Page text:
An inch of snow and a minor hill and I was totally grounded.

It’s going to be a long winter.

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This morning I drove the van to a tire place and got snow tires put on. This is my last ditch attempt to let the van show its worthiness.

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The tire guy told me I had to bring the car in to have the tires rotated at the end of the winter.

“Um, excuse me sir,” I whisper. “But don’t the tires rotate on their own? I mean isn’t that what tires do?”

Blank stare. Awkward laugh.

Apparently rotate means switch places.

Another day, another lesson.

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Filed under driving, Minivans, New York City, weather, winter

Good News and Bad News

A new friend told me that any tour of her family’s new house includes a look at her new boiler, which represents a chunk of cash they couldn’t spend on something a lot more fun, like a new bathroom.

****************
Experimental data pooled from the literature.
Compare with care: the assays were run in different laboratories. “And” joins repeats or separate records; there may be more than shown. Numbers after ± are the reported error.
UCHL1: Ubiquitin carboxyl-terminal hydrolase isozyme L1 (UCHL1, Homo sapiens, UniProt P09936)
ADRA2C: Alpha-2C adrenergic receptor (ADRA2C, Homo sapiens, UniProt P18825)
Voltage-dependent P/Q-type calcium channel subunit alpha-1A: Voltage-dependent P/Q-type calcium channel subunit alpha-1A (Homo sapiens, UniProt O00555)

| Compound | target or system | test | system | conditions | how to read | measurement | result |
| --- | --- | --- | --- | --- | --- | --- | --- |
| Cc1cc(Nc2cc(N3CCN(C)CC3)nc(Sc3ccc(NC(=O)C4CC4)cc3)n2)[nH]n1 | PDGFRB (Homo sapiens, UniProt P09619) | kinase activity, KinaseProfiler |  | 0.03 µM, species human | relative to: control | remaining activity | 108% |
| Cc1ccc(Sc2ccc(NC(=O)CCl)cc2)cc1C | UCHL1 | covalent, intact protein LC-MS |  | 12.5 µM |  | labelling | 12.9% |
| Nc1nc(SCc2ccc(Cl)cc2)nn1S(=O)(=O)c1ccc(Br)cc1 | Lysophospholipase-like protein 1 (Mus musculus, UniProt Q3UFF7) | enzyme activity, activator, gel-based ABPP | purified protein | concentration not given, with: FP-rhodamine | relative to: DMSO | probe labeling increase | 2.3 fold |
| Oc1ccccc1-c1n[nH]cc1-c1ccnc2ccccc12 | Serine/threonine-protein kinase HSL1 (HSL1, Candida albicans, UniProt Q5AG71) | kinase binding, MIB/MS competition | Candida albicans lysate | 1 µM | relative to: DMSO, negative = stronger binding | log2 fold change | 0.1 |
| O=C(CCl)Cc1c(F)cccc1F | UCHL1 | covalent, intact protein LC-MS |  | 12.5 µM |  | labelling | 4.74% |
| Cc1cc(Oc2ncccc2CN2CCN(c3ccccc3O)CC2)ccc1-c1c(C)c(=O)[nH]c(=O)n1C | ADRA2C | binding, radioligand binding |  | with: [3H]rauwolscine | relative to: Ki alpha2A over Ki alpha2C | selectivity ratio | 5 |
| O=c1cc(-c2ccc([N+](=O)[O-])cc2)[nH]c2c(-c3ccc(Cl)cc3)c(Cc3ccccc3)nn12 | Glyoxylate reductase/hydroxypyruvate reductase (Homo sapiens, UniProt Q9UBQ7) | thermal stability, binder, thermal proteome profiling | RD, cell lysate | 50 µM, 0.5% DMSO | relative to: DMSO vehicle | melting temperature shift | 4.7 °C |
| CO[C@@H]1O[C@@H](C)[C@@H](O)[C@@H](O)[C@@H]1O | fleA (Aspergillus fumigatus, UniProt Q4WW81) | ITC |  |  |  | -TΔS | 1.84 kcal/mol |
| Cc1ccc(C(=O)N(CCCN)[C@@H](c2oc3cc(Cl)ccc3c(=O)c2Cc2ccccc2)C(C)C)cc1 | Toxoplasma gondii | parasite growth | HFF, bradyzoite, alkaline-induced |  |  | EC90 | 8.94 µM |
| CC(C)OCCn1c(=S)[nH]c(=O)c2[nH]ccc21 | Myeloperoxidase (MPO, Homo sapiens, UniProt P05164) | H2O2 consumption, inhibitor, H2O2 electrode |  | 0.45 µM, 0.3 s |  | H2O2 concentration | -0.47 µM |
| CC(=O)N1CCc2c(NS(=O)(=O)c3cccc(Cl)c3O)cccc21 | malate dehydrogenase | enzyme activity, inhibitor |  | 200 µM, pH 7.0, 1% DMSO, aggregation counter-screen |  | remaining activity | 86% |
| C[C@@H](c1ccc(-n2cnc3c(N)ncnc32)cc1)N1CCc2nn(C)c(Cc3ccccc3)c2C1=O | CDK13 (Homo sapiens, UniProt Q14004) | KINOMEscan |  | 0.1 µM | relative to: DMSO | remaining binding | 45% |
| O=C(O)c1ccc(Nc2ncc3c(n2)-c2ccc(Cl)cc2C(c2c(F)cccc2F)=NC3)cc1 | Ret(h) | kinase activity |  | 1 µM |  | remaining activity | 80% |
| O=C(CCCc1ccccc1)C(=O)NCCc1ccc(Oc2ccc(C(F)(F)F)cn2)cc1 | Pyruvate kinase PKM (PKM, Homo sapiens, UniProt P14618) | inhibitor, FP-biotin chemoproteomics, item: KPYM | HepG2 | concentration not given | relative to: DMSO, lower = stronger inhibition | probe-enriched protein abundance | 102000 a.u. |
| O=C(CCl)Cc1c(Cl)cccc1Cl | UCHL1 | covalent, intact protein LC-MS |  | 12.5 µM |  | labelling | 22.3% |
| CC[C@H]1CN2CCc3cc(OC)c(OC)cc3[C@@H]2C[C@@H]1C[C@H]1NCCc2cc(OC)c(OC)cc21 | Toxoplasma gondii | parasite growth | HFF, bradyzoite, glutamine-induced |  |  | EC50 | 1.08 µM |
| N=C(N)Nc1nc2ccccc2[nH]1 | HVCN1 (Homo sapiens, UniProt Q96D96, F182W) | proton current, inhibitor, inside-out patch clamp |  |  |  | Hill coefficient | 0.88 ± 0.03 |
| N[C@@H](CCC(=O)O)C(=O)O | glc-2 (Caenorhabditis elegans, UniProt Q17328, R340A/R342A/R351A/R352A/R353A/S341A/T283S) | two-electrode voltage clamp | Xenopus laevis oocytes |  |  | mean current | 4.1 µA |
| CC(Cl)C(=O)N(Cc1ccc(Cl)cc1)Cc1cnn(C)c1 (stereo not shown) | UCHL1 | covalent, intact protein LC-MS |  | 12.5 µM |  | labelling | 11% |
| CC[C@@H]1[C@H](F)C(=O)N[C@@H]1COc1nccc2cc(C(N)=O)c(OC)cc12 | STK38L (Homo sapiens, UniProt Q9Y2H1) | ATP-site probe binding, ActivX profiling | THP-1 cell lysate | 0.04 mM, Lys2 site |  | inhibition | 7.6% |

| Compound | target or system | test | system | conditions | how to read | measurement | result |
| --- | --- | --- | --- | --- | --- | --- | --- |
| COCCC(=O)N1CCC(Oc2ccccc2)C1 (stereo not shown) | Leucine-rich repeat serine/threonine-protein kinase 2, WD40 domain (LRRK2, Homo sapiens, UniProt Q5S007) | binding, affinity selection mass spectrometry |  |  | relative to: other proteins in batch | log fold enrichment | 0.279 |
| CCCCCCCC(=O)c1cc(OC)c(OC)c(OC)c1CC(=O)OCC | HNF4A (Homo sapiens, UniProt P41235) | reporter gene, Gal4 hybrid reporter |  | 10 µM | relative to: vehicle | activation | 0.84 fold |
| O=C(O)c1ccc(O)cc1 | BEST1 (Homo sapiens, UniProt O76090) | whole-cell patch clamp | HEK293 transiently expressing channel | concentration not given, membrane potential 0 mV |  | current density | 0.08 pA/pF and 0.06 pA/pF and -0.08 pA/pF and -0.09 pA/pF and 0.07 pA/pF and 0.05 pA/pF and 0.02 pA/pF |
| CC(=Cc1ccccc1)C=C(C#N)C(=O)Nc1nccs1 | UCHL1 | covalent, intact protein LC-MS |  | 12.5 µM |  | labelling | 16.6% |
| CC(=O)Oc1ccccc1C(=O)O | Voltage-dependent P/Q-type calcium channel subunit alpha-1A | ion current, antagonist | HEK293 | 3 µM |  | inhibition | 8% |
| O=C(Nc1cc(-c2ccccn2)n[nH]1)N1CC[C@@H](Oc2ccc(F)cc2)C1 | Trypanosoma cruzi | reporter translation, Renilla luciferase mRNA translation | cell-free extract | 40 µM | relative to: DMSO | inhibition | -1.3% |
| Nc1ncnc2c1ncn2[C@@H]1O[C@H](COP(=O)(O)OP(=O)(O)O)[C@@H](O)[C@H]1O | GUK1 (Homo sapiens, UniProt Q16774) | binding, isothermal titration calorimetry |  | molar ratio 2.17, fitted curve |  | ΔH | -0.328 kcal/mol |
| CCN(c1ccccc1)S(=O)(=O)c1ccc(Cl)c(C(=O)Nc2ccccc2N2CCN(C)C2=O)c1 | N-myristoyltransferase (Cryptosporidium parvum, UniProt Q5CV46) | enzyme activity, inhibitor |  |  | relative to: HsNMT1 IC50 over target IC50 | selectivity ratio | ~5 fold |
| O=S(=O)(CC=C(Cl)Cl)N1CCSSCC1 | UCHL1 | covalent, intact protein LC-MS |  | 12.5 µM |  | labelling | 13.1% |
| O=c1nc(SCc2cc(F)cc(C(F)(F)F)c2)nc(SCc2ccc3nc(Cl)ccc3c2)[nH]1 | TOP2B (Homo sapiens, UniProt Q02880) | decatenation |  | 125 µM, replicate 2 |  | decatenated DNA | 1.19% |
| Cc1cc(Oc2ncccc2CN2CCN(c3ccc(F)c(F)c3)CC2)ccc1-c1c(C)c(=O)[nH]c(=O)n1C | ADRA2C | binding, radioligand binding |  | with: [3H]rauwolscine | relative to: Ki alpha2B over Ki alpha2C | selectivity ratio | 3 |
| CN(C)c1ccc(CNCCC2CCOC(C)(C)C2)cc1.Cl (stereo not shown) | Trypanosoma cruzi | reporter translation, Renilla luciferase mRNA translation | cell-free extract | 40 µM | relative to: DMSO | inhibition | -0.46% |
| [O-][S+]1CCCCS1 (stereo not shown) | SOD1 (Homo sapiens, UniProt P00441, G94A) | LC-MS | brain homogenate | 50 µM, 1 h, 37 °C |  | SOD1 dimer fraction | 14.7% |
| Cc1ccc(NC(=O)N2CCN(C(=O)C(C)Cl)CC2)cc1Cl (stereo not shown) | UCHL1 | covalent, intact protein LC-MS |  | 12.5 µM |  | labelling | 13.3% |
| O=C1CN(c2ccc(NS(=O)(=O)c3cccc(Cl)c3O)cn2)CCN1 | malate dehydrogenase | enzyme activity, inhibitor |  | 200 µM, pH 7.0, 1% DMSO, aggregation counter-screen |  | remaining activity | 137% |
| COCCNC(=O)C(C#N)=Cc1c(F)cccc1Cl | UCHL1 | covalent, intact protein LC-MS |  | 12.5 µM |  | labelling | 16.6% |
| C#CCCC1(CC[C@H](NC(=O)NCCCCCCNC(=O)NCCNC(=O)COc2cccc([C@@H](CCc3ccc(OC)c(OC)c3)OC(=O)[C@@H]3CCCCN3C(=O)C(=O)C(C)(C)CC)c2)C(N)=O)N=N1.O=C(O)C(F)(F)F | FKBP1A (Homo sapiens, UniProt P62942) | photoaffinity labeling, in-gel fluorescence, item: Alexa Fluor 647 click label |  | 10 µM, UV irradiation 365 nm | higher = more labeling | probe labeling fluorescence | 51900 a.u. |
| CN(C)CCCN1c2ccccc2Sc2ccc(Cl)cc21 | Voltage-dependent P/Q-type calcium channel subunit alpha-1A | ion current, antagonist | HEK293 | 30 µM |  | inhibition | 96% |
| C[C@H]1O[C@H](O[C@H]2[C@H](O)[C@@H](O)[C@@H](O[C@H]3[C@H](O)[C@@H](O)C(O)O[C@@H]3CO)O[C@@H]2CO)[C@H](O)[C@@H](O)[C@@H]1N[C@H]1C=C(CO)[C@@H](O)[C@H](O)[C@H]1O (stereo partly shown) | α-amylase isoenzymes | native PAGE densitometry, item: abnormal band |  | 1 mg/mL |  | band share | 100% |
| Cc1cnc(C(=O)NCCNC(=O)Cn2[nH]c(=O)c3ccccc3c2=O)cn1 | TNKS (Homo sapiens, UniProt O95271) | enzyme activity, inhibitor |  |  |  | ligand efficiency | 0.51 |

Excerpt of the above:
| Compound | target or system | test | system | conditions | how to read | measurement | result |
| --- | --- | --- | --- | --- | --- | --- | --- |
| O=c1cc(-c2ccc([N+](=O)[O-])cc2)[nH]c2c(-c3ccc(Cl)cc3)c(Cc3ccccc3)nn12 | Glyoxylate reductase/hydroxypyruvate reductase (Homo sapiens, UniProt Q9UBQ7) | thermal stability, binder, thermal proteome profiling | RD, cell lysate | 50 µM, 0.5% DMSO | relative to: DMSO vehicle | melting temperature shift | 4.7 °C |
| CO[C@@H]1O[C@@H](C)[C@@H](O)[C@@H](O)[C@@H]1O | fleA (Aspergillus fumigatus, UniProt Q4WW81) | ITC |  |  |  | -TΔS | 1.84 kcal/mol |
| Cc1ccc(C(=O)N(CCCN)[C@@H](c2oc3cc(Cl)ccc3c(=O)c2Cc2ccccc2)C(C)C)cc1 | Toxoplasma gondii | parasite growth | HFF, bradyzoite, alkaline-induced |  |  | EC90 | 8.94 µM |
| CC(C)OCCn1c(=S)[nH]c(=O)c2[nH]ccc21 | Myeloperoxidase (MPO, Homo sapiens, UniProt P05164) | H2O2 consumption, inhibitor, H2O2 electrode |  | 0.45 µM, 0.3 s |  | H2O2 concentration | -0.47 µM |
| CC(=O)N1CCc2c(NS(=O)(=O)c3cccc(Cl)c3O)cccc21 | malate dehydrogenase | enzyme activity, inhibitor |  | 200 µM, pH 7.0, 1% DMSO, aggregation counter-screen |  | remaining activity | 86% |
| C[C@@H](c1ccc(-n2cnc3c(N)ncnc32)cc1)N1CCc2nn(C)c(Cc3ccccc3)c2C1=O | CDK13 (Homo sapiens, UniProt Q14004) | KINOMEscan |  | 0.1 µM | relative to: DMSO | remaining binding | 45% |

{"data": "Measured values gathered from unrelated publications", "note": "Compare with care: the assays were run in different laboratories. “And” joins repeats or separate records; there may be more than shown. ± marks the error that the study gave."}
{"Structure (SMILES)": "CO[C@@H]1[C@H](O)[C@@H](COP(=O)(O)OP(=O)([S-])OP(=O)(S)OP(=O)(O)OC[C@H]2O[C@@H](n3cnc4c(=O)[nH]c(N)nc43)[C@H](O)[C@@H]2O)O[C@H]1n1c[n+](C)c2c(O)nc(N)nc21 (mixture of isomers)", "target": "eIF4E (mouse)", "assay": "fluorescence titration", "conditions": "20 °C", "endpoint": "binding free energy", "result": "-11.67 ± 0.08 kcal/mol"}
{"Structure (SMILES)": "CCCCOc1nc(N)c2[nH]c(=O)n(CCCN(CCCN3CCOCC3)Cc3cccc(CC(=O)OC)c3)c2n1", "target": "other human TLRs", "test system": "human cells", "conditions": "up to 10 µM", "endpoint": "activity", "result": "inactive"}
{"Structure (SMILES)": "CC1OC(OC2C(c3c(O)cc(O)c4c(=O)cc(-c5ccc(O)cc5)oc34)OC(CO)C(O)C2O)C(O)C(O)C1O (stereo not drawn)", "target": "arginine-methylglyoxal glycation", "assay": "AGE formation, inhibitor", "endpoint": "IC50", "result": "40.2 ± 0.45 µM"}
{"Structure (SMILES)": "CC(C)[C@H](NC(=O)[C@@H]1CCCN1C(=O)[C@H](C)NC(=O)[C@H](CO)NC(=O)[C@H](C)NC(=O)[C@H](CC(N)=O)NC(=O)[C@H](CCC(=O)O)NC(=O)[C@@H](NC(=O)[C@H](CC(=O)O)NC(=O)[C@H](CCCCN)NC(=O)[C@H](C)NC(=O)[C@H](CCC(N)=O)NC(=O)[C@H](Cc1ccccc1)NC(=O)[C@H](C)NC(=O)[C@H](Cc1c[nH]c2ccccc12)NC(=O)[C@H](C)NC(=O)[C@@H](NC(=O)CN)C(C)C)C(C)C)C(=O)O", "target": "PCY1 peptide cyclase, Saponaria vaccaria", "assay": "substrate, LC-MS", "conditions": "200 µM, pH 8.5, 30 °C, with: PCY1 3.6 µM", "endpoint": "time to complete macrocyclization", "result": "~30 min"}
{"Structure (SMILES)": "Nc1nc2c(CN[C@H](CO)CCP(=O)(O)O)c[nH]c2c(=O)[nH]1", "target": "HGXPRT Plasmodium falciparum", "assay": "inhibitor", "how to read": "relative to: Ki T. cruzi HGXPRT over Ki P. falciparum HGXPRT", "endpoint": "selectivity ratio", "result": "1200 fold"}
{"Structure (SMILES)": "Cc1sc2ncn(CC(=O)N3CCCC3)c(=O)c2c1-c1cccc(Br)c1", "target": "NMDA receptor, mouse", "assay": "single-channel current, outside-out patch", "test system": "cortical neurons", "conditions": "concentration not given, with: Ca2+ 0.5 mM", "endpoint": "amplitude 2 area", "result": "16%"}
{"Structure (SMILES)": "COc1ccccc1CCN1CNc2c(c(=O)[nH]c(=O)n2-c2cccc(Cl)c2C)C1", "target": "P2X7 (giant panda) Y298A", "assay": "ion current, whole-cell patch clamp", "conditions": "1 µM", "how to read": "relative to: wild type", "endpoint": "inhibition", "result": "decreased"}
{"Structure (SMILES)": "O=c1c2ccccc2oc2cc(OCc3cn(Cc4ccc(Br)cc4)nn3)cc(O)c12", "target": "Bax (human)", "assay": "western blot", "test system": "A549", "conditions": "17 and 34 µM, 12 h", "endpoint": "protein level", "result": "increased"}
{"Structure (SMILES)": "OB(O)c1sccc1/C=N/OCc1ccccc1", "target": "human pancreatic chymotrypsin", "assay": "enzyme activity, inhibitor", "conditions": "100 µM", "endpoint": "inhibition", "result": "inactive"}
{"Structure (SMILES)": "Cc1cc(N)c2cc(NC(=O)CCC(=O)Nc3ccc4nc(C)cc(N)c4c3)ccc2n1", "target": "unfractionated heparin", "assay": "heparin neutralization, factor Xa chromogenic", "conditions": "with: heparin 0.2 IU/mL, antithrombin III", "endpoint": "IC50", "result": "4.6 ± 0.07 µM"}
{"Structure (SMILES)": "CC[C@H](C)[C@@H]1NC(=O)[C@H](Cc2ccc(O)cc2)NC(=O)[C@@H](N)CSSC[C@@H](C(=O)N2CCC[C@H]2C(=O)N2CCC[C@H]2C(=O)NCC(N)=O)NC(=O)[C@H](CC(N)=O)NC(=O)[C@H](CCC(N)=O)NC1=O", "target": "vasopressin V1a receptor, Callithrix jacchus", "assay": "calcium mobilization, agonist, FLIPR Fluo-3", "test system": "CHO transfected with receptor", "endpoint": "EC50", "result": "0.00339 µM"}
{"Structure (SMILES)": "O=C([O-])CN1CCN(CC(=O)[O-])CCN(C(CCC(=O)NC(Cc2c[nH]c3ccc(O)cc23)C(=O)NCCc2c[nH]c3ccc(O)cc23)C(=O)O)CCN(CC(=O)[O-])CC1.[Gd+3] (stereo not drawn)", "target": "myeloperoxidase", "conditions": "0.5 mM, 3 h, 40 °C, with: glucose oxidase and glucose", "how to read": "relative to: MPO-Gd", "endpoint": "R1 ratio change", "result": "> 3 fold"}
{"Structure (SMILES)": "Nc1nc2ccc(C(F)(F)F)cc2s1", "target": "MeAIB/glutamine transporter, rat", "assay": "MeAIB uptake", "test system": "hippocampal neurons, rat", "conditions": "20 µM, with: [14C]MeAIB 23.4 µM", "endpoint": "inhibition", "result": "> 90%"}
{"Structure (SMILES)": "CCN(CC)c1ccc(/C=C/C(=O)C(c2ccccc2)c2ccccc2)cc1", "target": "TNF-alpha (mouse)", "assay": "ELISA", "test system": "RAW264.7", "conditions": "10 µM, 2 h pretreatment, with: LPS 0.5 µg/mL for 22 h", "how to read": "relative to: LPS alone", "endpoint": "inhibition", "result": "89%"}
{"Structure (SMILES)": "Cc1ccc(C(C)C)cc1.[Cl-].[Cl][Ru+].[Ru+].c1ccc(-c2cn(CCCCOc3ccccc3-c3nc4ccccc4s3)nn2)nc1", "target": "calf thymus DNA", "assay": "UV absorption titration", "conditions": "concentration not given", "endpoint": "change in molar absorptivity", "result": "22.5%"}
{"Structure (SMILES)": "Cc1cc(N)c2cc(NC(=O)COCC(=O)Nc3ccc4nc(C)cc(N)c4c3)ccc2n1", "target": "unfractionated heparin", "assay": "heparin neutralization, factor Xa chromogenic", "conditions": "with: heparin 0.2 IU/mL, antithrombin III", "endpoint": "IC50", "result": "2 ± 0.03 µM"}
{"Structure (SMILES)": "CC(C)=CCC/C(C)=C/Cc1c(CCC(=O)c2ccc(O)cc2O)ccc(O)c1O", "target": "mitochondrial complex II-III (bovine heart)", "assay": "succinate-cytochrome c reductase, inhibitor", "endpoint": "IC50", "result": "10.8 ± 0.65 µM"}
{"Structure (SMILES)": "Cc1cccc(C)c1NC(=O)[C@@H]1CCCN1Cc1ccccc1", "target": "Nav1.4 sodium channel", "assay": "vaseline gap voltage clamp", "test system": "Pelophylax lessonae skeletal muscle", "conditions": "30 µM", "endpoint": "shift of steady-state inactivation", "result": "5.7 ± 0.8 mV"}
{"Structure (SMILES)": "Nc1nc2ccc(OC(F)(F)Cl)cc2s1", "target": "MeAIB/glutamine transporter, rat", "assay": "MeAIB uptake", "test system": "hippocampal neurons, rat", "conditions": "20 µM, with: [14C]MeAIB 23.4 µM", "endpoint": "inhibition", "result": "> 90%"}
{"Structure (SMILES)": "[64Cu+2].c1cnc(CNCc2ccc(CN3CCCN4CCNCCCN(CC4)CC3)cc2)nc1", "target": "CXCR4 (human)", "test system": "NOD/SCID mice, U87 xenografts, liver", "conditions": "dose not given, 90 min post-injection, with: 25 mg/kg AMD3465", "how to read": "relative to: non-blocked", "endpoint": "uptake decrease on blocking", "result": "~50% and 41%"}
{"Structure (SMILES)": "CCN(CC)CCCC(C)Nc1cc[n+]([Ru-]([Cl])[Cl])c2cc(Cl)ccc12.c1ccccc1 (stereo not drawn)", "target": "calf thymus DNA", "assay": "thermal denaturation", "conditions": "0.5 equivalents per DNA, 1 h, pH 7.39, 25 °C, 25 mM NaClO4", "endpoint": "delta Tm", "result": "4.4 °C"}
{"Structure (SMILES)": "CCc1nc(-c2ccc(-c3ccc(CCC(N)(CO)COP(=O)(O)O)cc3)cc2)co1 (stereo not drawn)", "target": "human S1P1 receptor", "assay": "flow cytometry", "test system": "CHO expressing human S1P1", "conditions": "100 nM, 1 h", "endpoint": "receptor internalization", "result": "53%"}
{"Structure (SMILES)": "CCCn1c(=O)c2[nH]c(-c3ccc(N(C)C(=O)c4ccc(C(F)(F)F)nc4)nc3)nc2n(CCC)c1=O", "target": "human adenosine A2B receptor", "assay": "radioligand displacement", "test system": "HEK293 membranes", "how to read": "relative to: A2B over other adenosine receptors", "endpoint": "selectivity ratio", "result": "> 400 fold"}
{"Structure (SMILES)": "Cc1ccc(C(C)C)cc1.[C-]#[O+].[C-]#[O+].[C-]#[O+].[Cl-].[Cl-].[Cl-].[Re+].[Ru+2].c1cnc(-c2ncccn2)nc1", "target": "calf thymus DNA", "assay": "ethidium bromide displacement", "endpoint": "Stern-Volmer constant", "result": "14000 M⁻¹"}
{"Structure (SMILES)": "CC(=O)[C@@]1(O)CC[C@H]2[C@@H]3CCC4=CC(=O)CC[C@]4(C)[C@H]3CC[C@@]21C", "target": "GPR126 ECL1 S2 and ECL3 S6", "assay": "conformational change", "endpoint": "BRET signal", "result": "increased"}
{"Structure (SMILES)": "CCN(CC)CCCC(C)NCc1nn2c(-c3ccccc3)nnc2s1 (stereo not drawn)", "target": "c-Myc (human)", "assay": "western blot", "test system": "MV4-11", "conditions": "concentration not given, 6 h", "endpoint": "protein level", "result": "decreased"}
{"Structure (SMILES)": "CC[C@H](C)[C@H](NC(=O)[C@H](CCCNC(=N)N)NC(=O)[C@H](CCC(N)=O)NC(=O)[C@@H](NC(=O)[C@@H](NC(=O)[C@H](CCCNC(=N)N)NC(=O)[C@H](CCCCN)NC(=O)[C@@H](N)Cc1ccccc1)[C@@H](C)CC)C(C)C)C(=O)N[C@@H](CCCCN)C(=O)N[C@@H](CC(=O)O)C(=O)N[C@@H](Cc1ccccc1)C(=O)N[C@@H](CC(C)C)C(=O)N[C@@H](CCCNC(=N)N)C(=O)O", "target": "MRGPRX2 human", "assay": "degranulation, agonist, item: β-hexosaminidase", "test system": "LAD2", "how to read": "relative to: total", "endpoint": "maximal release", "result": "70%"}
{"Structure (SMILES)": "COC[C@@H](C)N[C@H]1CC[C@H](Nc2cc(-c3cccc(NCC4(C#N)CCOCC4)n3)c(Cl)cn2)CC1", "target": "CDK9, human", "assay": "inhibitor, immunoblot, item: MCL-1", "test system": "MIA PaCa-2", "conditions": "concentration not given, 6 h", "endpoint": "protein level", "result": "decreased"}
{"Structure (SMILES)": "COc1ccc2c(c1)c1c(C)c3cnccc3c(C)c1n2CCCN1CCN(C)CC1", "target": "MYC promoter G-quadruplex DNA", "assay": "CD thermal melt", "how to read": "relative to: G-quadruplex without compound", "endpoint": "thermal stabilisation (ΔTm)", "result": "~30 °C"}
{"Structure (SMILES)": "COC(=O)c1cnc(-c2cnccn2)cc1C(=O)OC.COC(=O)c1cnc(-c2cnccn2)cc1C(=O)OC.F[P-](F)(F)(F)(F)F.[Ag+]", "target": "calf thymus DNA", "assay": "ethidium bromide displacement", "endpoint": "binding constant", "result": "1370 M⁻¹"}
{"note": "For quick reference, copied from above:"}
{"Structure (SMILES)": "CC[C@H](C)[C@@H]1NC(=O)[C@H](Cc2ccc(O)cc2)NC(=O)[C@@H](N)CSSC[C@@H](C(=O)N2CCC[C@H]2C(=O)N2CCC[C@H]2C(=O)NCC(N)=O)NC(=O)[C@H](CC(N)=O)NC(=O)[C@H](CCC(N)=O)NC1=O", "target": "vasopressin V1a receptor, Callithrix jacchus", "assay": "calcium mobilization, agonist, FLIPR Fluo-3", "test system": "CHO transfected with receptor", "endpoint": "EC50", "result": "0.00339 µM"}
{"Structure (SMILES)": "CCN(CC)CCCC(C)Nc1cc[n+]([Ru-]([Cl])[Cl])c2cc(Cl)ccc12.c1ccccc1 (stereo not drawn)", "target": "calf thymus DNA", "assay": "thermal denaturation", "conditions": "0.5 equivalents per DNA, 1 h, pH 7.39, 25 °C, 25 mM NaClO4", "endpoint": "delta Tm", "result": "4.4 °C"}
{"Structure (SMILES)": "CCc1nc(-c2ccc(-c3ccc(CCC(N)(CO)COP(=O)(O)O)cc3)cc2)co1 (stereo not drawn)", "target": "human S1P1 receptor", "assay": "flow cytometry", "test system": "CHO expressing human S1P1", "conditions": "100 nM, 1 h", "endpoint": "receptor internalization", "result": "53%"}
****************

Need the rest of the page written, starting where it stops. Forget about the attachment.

So naturally I was less than thrilled when the boiler guy stood in my basement yesterday and spoke words you never want to hear from any repairman, let alone a boiler repairman: “I’ll put in this new part and then we should just pray.”

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(Photo is blurry to protect the identity of said boiler. Ok, not really. I just take crappy pictures.)

On the very same day I dropped my car off at the shop because it squeaks whenever I turned a corner or went over one of Riverdale’s many, many speed bumps.

“Tell him it’s the suspension,”‘said M.